since 2004

Posts Tagged ‘information policy’

D.C. Court Delivers Bad News for Net Neutrality

In law, net neutrality, open access on April 7, 2010 at 8:49 am

According to the DC Circuit Court, it’s OK for Comcast to block, slow down or otherwise obstruct access to content like YouTube and music sites. This is very bad news for users. Given that telecom corporations have already restricted user access to certain sites, it is not hard to imagine the cascade of censorship corps will now feel emboldened to pursue — for profit and/or political reasons.

Urge the FCC to Continue Fighting for Users’ Rights.
Act Now at SavetheInternet.org.

Read more:

U.S. Court Curbs FCC Authority on Web Traffic
New York Times, by Edward Wyatt

“The United States Court of Appeals for the District of Columbia Circuit dealt a sharp blow to the efforts of the Federal Communications Commission to set the rules of the road for the Internet, ruling that the agency lacks the authority to require broadband providers to give equal treatment to all Internet traffic flowing over their networks. The decision specifically concerned the efforts of Comcast, the nation’s largest cable provider, to slow down customers’ access to a service called BitTorrent, which is used to exchange large video files, most often pirated copies of movies. But Tuesday’s court ruling has far larger implications than just the Comcast case. The ruling would allow Comcast and other Internet service providers to restrict consumers’ ability to access certain kinds of Internet content, such as video sites like Hulu.com or Google’s YouTube service, or charge certain heavy users of their networks more money for access. Google, Microsoft and other big producers of Web content have argued that such controls or pricing policies would thwart innovation and customer choice. Consumer advocates said the ruling, one of several that have challenged the FCC’s regulatory reach, could also undermine all of the FCC’s efforts to regulate Internet service providers and establish its authority over the Internet, including its recently released national broadband plan.” >FULL ARTICLE

Read the decision (US Court of Appeals for the District of Columbia Circuit)

Additional Coverage (gathered by Benton Foundation):

Court Backs Comcast Over FCC on ‘Net Neutrality’ (WSJ)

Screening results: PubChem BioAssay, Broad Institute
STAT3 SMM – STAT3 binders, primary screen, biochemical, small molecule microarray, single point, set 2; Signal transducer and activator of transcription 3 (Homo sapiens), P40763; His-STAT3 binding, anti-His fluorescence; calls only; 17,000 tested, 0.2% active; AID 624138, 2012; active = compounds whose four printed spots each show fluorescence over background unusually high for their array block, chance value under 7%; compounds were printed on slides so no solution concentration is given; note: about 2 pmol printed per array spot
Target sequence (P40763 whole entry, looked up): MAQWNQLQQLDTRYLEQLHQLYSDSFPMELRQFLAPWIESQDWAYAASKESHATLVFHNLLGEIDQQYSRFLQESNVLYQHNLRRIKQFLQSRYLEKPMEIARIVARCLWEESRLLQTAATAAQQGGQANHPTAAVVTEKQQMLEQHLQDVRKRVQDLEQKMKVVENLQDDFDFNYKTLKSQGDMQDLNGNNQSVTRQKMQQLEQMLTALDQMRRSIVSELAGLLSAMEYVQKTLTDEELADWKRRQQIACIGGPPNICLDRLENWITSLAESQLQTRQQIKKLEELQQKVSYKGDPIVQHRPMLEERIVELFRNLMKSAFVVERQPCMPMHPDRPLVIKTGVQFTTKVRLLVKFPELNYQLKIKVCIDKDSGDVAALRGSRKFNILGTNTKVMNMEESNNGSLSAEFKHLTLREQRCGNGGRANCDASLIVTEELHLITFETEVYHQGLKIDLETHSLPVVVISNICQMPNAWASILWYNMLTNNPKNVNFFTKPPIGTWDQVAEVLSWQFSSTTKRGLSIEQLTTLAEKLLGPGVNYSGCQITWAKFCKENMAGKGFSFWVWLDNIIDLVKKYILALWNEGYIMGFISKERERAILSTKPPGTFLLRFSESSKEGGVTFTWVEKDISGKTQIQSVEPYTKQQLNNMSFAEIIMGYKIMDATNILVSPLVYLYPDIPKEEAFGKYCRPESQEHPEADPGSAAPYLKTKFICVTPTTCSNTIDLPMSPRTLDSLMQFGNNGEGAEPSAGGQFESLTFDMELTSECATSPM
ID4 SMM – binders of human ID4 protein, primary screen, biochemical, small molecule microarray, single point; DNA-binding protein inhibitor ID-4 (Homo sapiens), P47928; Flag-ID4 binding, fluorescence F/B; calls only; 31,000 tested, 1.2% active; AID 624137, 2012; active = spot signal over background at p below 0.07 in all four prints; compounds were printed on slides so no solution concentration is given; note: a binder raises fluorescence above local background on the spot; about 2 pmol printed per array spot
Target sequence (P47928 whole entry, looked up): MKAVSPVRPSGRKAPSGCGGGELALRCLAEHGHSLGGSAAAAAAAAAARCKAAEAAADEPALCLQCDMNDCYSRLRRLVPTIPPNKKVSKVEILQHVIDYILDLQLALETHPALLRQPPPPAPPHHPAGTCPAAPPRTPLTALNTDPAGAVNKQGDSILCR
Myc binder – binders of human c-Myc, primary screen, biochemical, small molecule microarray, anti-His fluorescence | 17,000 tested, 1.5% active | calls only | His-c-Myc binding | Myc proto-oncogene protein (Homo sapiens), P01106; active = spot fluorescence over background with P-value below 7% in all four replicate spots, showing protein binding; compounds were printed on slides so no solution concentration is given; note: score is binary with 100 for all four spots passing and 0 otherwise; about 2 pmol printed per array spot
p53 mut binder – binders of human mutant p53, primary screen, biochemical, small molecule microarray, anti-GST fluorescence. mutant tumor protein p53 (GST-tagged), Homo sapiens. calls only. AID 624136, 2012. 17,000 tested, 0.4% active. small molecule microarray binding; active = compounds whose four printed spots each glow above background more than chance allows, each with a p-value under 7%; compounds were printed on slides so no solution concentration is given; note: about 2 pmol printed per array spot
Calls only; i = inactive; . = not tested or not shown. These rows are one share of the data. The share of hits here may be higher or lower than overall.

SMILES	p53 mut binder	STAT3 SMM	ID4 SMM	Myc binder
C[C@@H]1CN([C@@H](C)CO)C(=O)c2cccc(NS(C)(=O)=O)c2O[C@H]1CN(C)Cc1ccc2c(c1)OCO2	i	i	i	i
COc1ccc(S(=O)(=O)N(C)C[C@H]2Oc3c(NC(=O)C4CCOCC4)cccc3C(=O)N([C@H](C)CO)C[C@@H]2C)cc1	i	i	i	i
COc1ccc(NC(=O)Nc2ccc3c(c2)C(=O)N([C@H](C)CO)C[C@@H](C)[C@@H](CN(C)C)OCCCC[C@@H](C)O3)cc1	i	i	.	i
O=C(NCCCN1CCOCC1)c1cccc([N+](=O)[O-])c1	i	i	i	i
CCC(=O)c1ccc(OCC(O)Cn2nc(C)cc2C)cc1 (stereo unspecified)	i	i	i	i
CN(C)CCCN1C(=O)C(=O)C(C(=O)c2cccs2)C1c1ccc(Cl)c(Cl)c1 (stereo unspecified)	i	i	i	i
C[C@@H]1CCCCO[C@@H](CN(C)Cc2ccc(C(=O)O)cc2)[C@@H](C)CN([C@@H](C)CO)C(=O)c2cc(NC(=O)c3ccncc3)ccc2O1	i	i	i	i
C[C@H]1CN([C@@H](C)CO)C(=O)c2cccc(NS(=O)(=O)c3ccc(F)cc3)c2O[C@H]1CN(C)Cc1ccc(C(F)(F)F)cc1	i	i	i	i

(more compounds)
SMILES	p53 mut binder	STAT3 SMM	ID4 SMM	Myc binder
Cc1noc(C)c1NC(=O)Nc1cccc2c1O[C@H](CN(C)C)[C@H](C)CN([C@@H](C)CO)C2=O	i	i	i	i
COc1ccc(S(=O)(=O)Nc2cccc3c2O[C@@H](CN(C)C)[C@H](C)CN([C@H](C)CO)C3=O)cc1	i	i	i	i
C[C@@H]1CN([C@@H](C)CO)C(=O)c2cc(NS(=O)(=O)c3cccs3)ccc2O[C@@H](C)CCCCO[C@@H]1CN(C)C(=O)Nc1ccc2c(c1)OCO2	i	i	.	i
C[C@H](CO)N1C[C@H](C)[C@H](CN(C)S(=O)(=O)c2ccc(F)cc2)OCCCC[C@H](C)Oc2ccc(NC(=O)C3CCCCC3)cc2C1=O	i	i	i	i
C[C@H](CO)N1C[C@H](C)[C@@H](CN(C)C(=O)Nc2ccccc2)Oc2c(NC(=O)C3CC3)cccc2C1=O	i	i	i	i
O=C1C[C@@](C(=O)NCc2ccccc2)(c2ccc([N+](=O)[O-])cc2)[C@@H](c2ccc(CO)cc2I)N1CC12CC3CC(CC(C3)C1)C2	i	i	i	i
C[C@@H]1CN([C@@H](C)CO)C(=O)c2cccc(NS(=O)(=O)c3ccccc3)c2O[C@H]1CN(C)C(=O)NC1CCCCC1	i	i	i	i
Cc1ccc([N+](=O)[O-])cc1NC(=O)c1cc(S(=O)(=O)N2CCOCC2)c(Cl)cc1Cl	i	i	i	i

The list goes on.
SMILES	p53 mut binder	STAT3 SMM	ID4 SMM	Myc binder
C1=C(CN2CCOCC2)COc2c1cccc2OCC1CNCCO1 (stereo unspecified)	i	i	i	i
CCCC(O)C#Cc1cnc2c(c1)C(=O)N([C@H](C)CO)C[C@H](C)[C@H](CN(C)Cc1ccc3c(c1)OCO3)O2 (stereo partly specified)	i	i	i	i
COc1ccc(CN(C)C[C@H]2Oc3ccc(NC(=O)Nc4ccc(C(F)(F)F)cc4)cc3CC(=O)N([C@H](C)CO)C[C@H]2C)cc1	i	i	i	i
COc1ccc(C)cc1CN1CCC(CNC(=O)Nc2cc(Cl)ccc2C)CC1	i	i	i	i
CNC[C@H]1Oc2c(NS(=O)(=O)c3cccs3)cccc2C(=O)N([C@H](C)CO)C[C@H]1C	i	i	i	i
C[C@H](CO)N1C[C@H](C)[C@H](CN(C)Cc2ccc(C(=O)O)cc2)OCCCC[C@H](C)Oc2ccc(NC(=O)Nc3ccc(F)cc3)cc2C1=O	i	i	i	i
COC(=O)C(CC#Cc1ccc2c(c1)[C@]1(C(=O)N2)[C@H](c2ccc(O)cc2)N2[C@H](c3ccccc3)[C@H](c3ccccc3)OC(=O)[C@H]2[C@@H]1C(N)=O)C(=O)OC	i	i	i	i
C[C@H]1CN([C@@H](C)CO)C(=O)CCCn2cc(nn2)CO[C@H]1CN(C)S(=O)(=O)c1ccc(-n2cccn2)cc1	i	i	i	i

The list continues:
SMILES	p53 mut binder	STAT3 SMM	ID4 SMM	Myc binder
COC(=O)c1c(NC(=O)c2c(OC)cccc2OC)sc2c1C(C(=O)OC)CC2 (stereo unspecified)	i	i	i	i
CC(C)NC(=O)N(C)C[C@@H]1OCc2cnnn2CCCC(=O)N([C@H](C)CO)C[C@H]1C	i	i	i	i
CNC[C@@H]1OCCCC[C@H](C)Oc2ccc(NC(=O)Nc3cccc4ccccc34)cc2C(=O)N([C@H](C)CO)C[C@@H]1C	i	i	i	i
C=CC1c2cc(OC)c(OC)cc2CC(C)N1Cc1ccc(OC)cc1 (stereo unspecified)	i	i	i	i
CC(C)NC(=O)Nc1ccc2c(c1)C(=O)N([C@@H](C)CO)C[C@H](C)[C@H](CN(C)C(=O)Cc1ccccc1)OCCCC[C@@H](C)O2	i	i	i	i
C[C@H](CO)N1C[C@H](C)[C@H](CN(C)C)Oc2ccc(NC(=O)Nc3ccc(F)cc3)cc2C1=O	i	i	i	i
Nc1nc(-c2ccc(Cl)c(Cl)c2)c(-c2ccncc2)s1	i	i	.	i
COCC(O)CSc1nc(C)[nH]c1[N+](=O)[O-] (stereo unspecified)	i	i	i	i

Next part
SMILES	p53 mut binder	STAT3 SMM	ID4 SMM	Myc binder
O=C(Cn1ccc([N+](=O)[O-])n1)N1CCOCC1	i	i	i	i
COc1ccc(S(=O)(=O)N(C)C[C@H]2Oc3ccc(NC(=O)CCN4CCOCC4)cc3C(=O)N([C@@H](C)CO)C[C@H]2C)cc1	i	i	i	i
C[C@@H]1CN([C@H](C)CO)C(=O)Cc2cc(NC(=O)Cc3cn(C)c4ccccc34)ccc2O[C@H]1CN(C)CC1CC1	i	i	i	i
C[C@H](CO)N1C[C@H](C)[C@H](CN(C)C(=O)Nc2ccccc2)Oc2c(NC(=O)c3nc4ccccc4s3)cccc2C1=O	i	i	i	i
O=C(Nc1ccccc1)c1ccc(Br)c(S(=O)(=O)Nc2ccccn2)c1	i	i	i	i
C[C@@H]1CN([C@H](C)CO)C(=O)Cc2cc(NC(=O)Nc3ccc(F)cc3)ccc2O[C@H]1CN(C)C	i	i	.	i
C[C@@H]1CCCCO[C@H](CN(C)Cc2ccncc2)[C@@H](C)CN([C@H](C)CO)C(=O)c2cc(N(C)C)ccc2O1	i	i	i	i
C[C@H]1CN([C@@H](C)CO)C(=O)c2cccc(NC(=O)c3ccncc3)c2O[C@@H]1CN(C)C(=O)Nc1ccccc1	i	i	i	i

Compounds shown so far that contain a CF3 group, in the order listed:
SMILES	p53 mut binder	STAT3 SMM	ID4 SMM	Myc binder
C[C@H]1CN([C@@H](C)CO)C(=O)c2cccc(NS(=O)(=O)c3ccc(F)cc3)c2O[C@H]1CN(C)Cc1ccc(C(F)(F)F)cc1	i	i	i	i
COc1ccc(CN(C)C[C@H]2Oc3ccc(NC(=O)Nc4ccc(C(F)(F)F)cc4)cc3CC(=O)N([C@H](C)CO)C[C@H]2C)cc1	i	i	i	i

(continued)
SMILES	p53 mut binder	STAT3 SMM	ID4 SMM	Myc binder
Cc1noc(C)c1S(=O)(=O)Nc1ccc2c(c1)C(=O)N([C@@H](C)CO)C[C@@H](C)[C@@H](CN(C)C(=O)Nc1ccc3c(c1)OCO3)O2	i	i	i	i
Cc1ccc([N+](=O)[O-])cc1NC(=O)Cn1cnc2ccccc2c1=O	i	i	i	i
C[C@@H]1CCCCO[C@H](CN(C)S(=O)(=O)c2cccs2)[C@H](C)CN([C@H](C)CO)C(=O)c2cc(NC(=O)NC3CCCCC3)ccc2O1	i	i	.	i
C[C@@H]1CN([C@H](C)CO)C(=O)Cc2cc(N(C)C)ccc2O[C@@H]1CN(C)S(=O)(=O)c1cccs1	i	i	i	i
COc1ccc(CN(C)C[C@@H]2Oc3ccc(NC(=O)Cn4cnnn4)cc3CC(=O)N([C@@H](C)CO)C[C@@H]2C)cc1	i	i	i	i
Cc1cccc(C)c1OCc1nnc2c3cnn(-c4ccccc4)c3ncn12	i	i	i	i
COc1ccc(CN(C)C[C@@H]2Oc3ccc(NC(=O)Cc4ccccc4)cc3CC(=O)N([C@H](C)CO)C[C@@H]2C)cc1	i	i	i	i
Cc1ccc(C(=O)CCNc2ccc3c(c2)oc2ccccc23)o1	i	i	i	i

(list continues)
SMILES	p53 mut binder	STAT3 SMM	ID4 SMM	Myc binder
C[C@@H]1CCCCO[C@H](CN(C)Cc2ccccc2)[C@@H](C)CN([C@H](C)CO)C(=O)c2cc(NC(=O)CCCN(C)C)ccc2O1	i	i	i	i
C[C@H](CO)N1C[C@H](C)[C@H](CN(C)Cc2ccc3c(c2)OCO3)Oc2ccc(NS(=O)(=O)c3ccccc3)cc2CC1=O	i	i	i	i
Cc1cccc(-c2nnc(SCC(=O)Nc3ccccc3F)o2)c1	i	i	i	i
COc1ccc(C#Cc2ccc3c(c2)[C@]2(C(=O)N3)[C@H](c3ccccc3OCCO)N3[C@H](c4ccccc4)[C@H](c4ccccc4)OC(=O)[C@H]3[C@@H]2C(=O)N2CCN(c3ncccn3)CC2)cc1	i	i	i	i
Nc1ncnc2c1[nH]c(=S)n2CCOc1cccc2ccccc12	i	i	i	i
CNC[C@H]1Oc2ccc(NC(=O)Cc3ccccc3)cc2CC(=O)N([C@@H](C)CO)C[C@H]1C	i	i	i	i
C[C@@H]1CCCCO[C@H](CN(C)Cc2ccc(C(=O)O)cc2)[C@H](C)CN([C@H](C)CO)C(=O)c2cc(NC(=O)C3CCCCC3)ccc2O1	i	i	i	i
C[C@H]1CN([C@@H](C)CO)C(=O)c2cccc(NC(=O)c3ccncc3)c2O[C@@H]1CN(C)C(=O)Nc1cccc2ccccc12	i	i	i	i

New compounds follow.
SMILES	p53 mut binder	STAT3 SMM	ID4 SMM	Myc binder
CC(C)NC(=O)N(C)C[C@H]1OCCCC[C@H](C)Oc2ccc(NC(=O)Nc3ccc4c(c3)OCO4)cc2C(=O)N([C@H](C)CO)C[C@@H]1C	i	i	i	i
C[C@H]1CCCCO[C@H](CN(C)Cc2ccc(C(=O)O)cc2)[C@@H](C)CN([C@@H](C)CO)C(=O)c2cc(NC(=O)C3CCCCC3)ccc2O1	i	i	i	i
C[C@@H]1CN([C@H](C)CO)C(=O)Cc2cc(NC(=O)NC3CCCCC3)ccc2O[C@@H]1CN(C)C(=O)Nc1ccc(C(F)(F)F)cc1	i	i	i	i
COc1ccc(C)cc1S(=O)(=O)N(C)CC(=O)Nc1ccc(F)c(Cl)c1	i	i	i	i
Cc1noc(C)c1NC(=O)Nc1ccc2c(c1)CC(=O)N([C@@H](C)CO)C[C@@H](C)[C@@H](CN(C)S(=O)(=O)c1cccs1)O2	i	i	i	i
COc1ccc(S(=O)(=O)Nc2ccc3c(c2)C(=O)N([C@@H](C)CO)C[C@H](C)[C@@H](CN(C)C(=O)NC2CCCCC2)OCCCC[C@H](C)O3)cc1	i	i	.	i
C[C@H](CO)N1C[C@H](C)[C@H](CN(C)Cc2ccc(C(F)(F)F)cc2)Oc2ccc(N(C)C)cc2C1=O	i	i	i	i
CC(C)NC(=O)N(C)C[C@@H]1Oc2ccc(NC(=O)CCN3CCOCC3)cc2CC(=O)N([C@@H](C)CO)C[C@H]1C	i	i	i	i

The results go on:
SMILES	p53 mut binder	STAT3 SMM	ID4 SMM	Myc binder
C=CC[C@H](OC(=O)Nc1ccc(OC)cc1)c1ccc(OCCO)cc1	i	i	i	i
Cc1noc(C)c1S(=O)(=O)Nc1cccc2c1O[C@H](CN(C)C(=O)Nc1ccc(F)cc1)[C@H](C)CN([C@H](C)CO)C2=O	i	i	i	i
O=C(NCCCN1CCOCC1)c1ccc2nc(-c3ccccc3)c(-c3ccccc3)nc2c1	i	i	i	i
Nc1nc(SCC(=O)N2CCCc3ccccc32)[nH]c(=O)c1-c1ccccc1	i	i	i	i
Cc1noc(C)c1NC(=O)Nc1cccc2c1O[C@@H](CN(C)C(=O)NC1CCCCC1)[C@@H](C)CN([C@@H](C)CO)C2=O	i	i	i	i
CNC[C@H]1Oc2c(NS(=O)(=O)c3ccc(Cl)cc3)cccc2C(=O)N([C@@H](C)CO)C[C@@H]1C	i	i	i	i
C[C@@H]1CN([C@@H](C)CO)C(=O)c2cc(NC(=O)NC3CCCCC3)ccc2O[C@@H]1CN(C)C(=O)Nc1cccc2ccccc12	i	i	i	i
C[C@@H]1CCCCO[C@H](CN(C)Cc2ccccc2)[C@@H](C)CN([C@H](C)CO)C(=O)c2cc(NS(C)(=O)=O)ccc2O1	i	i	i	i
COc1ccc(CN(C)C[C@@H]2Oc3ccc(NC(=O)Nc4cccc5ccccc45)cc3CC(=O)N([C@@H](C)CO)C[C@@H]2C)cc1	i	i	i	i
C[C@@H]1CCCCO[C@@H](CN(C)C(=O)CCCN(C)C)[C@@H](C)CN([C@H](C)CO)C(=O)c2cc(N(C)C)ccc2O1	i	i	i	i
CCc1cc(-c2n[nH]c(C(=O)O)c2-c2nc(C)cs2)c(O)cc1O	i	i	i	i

FCC’s Net neutrality plans in turmoil (USAToday)

US internet reform plan hit by court ruling (Financial Times)

Google, Skype Set Back as Ruling Puts Web in ‘No-Man’s Land’ (Bloomberg)

Advertisements

Open Internet is Crucial for Equity, Opportunity, Innovation

In information access, media justice, net neutrality, open access, racial justice on January 15, 2010 at 7:13 am

I definitely recommend reading this important brief filed by a broad coalition of racial justice and information freedom groups, including my organizational alma mater. Background:

January 15, 2010 – In an historic day for the Federal Communications Commission and the Internet, the Media Action Grassroots Network, ColorofChange.org, Presente.org, Applied Research Center, Afro-Netizen, National Association of Hispanic Journalists, Native Public Media and Rural Broadband Policy Group submitted a range of grassroots stories and comments from urban, rural and struggling sub-urban communities in response to the Commission’s notice of proposed rule making “In the Matter of Preserving the Open Internet and Broadband Industry Practices.”

The groups’ comments speak to the urgent need for an open and free Internet for low to no income, rural, Native American, African American and Latino communities.

“Like telephones, the Internet is increasingly an essential part of everyone’s daily lives,” says Malkia Cyril, Executive Director of Center for Media Justice, which coordinates the Media Action Grassroots Network (MAGNet). “Ensuring strong rules to keep the Internet free and open for communities in the midst of a widening digital divide is fundamental to a vibrant and representative democracy, and cultural and human rights.”

The groups say without strong “Net Neutrality” rules to keep content on the Internet accessible to all, communities most in need may end up “virtually redlined” from of the innovation and opportunity that springs from a free and open Internet.

“In a democratic society, every idea must have a chance to flourish and all people should be able to access legal content equally and without fear of foul play,” says Amalia Deloney, MAGNet coordinator. “People use [the Internet] to find jobs, access health services, obtain education resources, advocate for representation, increase connection, and its an important tool to build strong and healthy communities in low-income neighborhoods of color.”

The groups’ comments can be found online here.

Grassroots groups speak up for Net Neutrality

In media justice, net neutrality, racial justice, racism on October 29, 2009 at 11:45 am

Earlier this week, the Federal Communications Commission (FCC) approved a Notice of Proposed Rulemaking on Network Neutrality policies that would preserve the open Internet on all wired and wireless networks. While the battle is far from over, this was a positive step forward for grassroots groups who partnered with the Media and Democracy Coalition to collect signatures in support of network neutrality from 40 grassroots groups representing communities of color, low-income communities, and other historically marginalized communities from across the U.S.

Read the coalition’s letter.

Excerpt:

…It is well documented that people of color and low-income individuals are among the least-connected segments of the U.S. population. In 2009, 46% of African Americans had broadband at home, and only 35% of households with incomes $20,000 and under had access, compared to the national average of 63% of adult Americans. That means millions of African Americans and low income individuals fail to get jobs that their connected neighbors get; their children struggle more to complete their homework; and their voices are not heard as loudly in important civic debates.  The very real divides between race and class in U.S. society continue to be perpetuated on the Internet.